StatementHelper.STATEMENT_TYPE_SELECT,
StatementHelper.STATEMENT_TYPE_INSERT,
StatementHelper.STATEMENT_TYPE_UPDATE,
StatementHelper.STATEMENT_TYPE_DELETE,
StatementHelper.STATEMENT_TYPE_FULLSELECT,
StatementHelper.STATEMENT_TYPE_WITH

Listening for SQL Statement Execution

The SQLBuilder defines an interface IExecuteSQLListener which allows users of the SQLBuilder component to listen for the SQLBuilder's SQL statement being executed. If a client implements this interface and provides its implementation to the SQLBuilder through

SQLBuilder.addExecuteSQLListener(IExecuteSQLListener);

then the client will be notified whenever the SQL Builder executes its SQL. This allows clients to update their UI when the SQL is executed, for example, by showing the Results View. When the client is finished, it should remove its listener from the SQLBuilder by calling:

SQLBuilder.removeExecuteSQLListener(IExecuteSQLListener);

Example SQLBuilder Editor

The example of an editor which consumes the SQLBuilder class is in the main org.eclipse.datatools.sqltools.sqlbuilder plugin. The main class is:

org.eclipse.datatools.sqltools.sqlbuilder.SQLBuilderEditor

This editor is invoked when a .sql file is opened using the Open with ->SQL Query Builder popup menu. It demonstrates how to embed the SQLBuilder component in an EditorPart. The SQLBuilderEditor opens .sql files which have previously been created in the DTP SQL File Editor and it relies on connection profile information having previously been persisted by the SQL File Editor as SQLEditorConnectionInfo. To use the SQLBuilder Editor, see

org.eclipse.datatools.sqltools/prototype/devnotes/sqlbuilder_notes.txt

The Editor

DTPSQLQueryBuilderEditor.JPG

Example SQLBuilder Dialog

In the org.eclipse.datatools.sqltools.sqlbuilder.examples plugin, there is an example of a dialog which hosts the SQLBuilder component:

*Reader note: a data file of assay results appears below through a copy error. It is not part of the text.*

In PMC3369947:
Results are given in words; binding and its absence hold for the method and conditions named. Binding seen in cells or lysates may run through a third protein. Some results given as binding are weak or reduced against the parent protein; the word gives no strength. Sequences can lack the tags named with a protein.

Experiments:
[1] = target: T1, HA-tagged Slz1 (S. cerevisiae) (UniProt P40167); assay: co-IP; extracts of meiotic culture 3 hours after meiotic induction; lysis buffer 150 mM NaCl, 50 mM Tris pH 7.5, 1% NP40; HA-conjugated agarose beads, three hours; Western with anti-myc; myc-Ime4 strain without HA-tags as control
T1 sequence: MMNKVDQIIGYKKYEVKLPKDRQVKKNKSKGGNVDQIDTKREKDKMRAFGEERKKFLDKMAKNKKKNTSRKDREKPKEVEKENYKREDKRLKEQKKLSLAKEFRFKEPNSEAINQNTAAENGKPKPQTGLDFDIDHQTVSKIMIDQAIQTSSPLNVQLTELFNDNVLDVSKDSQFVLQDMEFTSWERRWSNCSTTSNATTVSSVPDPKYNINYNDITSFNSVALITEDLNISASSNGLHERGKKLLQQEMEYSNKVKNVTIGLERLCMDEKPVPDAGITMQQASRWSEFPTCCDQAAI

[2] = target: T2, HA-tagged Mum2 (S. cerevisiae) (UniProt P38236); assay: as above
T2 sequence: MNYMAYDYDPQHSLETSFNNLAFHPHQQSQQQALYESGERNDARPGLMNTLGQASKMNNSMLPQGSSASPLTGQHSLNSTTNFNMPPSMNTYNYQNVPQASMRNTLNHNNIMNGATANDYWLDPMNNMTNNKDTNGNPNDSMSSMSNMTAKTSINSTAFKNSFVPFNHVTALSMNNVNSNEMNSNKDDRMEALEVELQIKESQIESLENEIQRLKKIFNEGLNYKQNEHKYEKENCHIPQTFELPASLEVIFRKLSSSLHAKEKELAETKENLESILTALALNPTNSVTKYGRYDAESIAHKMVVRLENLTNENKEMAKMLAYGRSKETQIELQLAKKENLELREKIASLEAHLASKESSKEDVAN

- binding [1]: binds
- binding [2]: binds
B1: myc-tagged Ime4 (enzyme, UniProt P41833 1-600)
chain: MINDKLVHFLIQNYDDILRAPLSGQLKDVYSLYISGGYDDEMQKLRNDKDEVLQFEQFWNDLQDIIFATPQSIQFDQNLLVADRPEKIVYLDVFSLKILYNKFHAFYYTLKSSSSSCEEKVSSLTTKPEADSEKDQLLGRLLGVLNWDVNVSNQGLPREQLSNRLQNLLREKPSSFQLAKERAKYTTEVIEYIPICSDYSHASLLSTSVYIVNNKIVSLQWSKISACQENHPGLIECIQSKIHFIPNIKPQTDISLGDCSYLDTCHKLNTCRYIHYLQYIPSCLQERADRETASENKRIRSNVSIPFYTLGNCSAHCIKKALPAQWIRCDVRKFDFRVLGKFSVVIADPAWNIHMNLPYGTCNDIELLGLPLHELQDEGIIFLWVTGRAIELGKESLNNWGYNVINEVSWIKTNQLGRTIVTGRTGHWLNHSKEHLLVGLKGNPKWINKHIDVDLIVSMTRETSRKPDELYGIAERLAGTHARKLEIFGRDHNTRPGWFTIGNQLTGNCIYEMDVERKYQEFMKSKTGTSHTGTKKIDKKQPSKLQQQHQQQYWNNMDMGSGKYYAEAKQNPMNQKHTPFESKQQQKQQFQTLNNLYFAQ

org.eclipse.datatools.sqltools.sqlbuilder.examples.dialogs.SQLBuilderDialog

When this plugin is loaded, the popup menu for .sql files in the Navigator or Project Explorer View has a new entry SQLBuilder Dialog. Under this menu item are a number of sub-entries including Open SQLBuilderFileEditorInput, Open SQLBuilderEditorInput and Open SQLBuilderStorageEditorInput.

  • Open SQLBuilderFileEditorInput loads the currently selected .sql file in SQLBuilderDialog. This is done in the class
SQLBuilderDialogFileAction.
  • Open SQLBuilderEditorInput also loads the currently selected .sql file, but it does so in a roundabout way to demonstrate how to use the SQLBuilderEditorInput class to create an input based on a string. It creates a SQLBuilderEditorInput based on the file's contents and passes it to the SQLBuilderDialog. This is done in the class
SQLBuilderDialogStorageAction
  • Open SQLBuilderStorageEditorInput loads the currently selected .sql file, but it does so in a roundabout way to demonstrate how to use the SQLBuilderStorageEditorInput class. It creates a SQLBuilderStorageEditorInput based on the file, serializes the SQLBuilderStorageEditorInput to a string via an XMLMemento, then creates a new SQLBuilderStorageEditorInput from the string. This is done in the class
SQLBuilderDialogStorageAction
in the method call
EditorInputUtil.createSQLBuilderEditorInputFromStringViaFile(IFile)

SQLBuilderDialog has a Save button which demonstrates how to save the dialog's data, i.e. the SQL Statement, ConnectionInfo and OmitSchemaInfo. When the input was a SQLBuilderFileEditorInput, the file is saved. When the input was one of the other editor input classes, the data is serialized to strings and displayed in a MessageBox.

There are two further menu options below SQLBuilder Dialog: Create new SELECT statement using SQLBuilderEditorInput and Open statement created for different dialect. The first creates a new SELECT statement using the Connection Profile of the currently selected .sql file. The second works when you select two .sql files in the Project explorer. It opens the SQL statement in the first file using the connection profile for the second.

SQLBuilderDialog illustrates the use of IExecuteSQLListener by implementing this interface and switching to a tab which hosts the ResultsViewControl from the org.eclipse.datatools.sqltools.result.ui.view package when IExecuteSQLListener.executedSQL is called.